Regulatory authorities

There is no particular government agency that is responsible for enforcing bribery laws in Turkey. The judiciary has full power to apply the provisions stipulated under relevant laws.

The Financial Crimes Investigation Board investigates money-laundering activities (see Question 18).

The Council of Ethics has the authority to determine the principles of ethical conduct and to investigate whether public officials have fulfilled that conduct.

For more information on The Financial Crimes Investigation Board and the Council of Ethics see box, The regulatory authorities.

 
6. What international anti-corruption conventions apply in your jurisdiction?

Turkey is a signatory to and/or has ratified the following European and international anti-corruption conventions:

  • Council of Europe. Turkey has entered into:

    • Council of Europe Criminal Law Convention on Corruption 1999 (signed on 27 September 2001; ratified on 29 March 2004);

    • Council of Europe Civil Law Convention on Corruption 1999 (signed on 27 September 2001; ratified on 17 September 2003); and

    • Council of Europe Convention on Laundering, Search, Seizure and Confiscation of the Proceeds from Crime and on the Financing of Terrorism 1990 (signed on 28 March 2007).

  • International. Turkey has entered into:

    • OECD Convention on Combating Bribery of Foreign Public Officials in International Business Transactions 1997 (including OECD Recommendation for Further Combating Bribery of Foreign Public Officials in International Business Transactions) (signed on 17 December 1997; ratified on 26 July 2000);

    • The United Nations Convention against Transnational Organized Crime 2000 (signed on 13 December 2000; ratified on 25 March 2003); and

    • The United Nations Convention against Corruption 2003 (signed on 10 December 2003; ratified on 9 November 2006).

In addition to multilateral treaties, Turkey is also a member of the:

  • Group of States against Corruption (GRECO) since 1 January 2004.

  • Financial Action Task Force since 1991.

  • OECD Working Group on Bribery.

 

Offences

7. What are the specific bribery and corruption offences in your jurisdiction?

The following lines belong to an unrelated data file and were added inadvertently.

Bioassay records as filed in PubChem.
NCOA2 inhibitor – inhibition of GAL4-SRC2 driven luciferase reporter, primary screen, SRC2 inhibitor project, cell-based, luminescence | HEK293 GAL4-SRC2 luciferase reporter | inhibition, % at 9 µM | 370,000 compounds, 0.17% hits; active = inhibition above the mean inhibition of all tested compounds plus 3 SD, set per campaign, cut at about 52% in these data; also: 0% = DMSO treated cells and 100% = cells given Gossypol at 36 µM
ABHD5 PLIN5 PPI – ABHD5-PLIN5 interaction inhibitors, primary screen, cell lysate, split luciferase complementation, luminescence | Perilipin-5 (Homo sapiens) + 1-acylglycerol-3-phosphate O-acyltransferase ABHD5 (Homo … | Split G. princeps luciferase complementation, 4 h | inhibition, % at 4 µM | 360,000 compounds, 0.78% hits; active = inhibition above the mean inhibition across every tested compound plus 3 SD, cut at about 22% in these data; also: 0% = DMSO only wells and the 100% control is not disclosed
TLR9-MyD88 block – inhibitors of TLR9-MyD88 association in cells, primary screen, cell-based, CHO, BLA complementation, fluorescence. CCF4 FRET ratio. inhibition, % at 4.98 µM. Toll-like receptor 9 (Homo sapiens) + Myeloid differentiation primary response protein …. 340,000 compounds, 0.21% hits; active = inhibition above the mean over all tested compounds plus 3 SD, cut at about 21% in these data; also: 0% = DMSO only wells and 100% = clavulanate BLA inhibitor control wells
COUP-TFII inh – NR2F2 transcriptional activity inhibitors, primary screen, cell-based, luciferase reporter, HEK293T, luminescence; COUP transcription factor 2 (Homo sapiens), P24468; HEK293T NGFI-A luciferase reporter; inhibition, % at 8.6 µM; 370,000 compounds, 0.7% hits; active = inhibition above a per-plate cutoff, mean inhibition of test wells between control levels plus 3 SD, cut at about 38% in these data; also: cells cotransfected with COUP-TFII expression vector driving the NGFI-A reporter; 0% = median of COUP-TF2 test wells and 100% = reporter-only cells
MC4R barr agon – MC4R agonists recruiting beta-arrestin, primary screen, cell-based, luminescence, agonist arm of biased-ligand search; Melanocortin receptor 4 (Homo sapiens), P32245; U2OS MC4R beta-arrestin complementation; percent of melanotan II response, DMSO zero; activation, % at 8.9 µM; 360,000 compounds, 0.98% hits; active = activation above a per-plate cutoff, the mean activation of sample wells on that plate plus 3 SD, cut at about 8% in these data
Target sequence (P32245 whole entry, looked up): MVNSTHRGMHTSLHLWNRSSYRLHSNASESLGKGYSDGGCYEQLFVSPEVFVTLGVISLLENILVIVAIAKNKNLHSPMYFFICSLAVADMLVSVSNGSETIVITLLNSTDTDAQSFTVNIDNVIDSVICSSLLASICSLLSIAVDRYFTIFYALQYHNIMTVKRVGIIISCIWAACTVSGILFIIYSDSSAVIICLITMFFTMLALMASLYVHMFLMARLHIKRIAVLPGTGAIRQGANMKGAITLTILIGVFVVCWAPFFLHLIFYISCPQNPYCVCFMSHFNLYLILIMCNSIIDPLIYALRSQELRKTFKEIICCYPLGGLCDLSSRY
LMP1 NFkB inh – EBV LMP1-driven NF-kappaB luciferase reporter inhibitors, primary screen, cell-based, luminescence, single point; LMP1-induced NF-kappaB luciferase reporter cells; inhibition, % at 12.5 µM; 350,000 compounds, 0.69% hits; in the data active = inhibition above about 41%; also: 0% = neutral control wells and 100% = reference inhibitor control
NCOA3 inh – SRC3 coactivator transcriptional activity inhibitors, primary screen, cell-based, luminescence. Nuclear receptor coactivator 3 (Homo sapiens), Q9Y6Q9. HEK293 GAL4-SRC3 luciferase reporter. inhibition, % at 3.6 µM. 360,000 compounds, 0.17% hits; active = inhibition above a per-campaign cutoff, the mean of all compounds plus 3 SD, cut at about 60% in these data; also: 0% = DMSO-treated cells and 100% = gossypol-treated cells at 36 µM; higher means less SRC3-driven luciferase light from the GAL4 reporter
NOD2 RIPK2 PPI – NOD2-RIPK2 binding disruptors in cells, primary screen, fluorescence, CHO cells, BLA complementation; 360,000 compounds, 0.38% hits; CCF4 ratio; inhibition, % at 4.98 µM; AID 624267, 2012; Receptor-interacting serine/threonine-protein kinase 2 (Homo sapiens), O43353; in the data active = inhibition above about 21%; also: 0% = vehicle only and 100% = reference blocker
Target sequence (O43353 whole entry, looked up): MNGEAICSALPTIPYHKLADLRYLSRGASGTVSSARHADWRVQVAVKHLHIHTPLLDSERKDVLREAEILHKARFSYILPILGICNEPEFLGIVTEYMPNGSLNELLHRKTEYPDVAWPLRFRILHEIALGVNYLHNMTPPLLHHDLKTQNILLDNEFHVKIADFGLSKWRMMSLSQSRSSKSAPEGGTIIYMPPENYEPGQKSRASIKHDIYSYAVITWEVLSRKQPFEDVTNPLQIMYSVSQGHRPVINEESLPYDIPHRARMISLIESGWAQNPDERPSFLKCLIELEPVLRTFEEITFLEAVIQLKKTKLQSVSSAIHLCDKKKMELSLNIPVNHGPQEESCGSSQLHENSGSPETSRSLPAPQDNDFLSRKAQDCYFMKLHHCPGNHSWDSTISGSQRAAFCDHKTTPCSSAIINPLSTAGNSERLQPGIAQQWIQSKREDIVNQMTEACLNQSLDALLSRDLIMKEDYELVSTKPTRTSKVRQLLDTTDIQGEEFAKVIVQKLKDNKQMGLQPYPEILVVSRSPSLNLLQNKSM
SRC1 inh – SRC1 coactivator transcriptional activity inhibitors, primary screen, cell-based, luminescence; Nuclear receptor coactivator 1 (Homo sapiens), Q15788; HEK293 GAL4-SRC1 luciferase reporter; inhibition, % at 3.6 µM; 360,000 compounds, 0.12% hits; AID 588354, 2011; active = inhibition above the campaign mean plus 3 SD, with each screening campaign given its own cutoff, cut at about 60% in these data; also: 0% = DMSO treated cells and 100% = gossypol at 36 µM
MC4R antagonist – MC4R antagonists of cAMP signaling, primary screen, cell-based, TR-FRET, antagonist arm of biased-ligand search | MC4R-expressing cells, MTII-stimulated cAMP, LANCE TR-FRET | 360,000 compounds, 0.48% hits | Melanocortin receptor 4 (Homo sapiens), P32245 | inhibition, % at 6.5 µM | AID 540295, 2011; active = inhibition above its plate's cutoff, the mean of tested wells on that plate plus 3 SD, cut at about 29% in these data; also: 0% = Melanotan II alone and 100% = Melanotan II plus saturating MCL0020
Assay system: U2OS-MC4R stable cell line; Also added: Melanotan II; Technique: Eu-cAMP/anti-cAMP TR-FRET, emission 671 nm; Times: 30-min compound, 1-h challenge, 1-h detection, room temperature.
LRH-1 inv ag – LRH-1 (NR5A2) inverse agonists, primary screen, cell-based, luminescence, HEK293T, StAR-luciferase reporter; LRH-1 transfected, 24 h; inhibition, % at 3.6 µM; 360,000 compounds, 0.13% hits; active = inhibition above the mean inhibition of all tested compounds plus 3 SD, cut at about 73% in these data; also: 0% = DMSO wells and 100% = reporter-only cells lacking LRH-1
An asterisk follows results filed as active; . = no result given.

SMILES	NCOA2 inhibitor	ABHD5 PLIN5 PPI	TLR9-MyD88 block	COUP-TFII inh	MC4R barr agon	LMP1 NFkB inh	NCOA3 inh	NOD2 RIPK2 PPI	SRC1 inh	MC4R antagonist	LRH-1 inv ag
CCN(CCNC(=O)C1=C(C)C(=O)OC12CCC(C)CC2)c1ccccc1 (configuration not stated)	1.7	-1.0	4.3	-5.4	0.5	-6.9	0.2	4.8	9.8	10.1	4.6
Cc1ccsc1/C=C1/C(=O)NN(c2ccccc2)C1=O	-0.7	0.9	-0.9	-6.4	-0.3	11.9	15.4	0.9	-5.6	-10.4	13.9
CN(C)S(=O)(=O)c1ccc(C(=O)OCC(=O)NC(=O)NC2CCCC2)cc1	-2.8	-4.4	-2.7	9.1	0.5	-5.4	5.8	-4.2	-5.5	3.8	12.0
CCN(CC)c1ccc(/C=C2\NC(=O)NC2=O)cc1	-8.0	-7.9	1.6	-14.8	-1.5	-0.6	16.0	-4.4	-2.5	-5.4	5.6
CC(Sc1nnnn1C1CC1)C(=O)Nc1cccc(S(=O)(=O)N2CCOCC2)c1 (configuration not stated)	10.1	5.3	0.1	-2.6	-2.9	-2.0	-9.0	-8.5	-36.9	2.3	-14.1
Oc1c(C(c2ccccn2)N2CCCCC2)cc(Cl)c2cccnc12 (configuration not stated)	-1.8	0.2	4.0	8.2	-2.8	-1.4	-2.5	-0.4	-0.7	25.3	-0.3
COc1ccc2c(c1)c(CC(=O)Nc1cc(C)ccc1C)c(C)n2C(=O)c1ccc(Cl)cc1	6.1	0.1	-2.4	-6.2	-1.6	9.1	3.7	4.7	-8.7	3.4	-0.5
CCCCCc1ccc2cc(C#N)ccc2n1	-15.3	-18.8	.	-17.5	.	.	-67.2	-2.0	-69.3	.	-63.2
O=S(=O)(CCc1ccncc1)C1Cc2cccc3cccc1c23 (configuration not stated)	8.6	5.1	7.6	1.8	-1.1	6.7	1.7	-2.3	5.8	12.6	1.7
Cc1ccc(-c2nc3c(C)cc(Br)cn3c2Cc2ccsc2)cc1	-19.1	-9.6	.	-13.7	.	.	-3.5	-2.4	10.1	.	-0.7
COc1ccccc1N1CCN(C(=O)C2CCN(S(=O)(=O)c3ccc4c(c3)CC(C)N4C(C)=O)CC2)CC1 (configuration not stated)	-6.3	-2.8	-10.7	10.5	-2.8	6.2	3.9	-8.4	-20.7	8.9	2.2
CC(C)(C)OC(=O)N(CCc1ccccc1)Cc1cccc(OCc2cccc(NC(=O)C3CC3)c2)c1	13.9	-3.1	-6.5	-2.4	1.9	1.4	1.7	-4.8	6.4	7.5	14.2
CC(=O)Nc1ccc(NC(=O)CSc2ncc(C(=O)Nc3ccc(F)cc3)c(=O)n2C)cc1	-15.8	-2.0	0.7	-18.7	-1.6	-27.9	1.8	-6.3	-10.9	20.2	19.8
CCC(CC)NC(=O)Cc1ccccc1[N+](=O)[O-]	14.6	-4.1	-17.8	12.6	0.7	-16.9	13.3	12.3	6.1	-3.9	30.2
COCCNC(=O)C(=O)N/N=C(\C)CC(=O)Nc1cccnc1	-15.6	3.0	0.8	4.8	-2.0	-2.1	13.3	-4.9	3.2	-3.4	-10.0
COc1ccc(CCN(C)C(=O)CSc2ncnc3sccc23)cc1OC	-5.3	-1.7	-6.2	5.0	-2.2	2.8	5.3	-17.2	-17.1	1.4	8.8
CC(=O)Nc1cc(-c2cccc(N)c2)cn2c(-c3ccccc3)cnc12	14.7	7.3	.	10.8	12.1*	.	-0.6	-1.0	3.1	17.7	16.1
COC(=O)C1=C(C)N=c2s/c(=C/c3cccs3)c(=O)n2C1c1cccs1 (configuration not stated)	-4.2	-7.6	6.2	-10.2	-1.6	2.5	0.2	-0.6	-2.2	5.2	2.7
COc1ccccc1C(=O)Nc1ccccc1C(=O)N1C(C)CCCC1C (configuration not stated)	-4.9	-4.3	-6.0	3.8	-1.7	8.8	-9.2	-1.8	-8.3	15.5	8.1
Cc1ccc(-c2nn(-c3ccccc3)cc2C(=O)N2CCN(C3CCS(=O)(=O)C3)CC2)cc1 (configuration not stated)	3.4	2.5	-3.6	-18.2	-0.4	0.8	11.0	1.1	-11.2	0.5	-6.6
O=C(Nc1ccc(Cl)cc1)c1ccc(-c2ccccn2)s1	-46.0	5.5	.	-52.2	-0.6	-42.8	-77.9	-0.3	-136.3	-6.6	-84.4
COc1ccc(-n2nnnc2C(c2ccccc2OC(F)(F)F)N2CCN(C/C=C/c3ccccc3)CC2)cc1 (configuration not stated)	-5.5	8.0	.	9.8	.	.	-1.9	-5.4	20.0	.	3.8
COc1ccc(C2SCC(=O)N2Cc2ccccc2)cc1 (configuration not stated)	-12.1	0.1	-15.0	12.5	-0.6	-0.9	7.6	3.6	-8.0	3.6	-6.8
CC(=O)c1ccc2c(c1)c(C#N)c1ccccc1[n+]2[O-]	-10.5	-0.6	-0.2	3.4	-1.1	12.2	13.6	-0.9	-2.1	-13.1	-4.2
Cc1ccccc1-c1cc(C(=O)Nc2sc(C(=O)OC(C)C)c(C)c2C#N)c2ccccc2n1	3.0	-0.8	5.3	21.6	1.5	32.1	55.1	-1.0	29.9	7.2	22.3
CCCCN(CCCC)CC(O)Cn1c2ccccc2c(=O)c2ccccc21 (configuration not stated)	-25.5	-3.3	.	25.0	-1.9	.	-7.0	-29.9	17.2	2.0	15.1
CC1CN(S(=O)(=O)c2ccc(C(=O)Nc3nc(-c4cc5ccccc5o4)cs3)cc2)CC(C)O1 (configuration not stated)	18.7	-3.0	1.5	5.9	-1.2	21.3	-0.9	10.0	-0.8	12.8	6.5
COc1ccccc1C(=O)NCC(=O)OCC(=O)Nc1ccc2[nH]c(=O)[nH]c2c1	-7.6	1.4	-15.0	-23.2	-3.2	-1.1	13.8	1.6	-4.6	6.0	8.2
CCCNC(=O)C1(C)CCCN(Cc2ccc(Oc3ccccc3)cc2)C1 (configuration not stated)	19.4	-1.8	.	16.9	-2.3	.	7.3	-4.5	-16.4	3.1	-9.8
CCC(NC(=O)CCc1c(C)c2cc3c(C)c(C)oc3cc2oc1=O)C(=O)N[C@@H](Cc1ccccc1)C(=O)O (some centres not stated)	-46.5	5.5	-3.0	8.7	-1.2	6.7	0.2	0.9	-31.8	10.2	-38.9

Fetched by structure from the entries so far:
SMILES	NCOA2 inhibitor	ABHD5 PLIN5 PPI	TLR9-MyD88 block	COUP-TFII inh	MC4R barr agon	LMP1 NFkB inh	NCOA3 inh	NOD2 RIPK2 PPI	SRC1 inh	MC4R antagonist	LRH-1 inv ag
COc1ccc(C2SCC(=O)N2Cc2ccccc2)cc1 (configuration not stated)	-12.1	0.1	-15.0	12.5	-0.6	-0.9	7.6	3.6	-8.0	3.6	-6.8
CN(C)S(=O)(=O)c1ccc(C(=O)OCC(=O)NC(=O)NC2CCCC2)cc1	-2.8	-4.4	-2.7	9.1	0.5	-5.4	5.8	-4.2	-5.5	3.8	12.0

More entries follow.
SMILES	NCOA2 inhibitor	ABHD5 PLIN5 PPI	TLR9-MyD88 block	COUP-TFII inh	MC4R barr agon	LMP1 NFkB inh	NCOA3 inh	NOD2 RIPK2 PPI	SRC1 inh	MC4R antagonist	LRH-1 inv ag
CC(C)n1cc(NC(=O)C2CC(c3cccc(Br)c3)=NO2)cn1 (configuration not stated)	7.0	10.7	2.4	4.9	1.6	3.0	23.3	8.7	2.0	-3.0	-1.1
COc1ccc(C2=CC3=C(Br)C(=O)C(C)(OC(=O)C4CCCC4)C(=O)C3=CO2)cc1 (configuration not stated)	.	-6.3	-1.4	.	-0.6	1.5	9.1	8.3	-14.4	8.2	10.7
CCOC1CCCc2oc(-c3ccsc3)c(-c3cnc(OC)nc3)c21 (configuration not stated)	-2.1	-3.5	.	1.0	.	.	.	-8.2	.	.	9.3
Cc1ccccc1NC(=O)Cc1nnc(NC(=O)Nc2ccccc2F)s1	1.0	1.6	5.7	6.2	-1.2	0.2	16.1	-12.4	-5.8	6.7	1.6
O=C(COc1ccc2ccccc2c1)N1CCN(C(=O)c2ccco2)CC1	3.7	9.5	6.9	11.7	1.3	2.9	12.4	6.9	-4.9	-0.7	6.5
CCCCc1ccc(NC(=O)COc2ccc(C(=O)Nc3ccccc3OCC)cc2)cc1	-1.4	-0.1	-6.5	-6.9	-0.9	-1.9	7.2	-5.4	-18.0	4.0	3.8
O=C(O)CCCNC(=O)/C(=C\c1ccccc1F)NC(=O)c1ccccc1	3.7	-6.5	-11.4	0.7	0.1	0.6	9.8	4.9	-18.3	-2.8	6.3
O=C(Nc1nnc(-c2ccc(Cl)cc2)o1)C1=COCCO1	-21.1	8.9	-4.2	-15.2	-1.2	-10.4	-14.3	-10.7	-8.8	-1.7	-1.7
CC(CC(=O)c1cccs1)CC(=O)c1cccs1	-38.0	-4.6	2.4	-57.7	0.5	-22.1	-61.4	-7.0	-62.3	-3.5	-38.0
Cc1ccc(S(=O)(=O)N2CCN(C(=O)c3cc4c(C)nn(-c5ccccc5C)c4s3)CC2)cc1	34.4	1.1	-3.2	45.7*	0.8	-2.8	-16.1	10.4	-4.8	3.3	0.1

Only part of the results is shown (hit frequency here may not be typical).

Foreign public officials

Prior to 2003, bribing foreign public officials was not considered a crime in Turkish law. In 2003, the prior Turkish Criminal Code (Turkish Criminal Code No. 765) was amended so that offering, promising or giving advantages to foreign public officials or officials who perform a duty of an international nature, in order that the official "act or refrain from acting or to obtain or retain business in the conduct of international business" was also considered bribery (Law No. 4782 on Amending Certain Laws for Combating Bribery of Foreign Public Officials in International Business Transactions). The provision regulating bribery in the Turkish Criminal Code (Article 252) was amended in July 2012 so as to broaden its scope. The provision now provides that bribery is committed if a benefit is provided, offered or promised directly or via intermediaries, or if the respective individuals request or accept such benefit directly or via intermediaries (both of which would be in relation to the execution of that individual's duty to perform) (Article 252(9), Turkish Criminal Code), in order to obtain or preserve a task or an illegal benefit for international commercial transactions, to any of the following:

  • Public officials who have been elected or appointed in a foreign country.

  • Judges, jury members or other officials who work at international or supra-national courts or foreign state courts.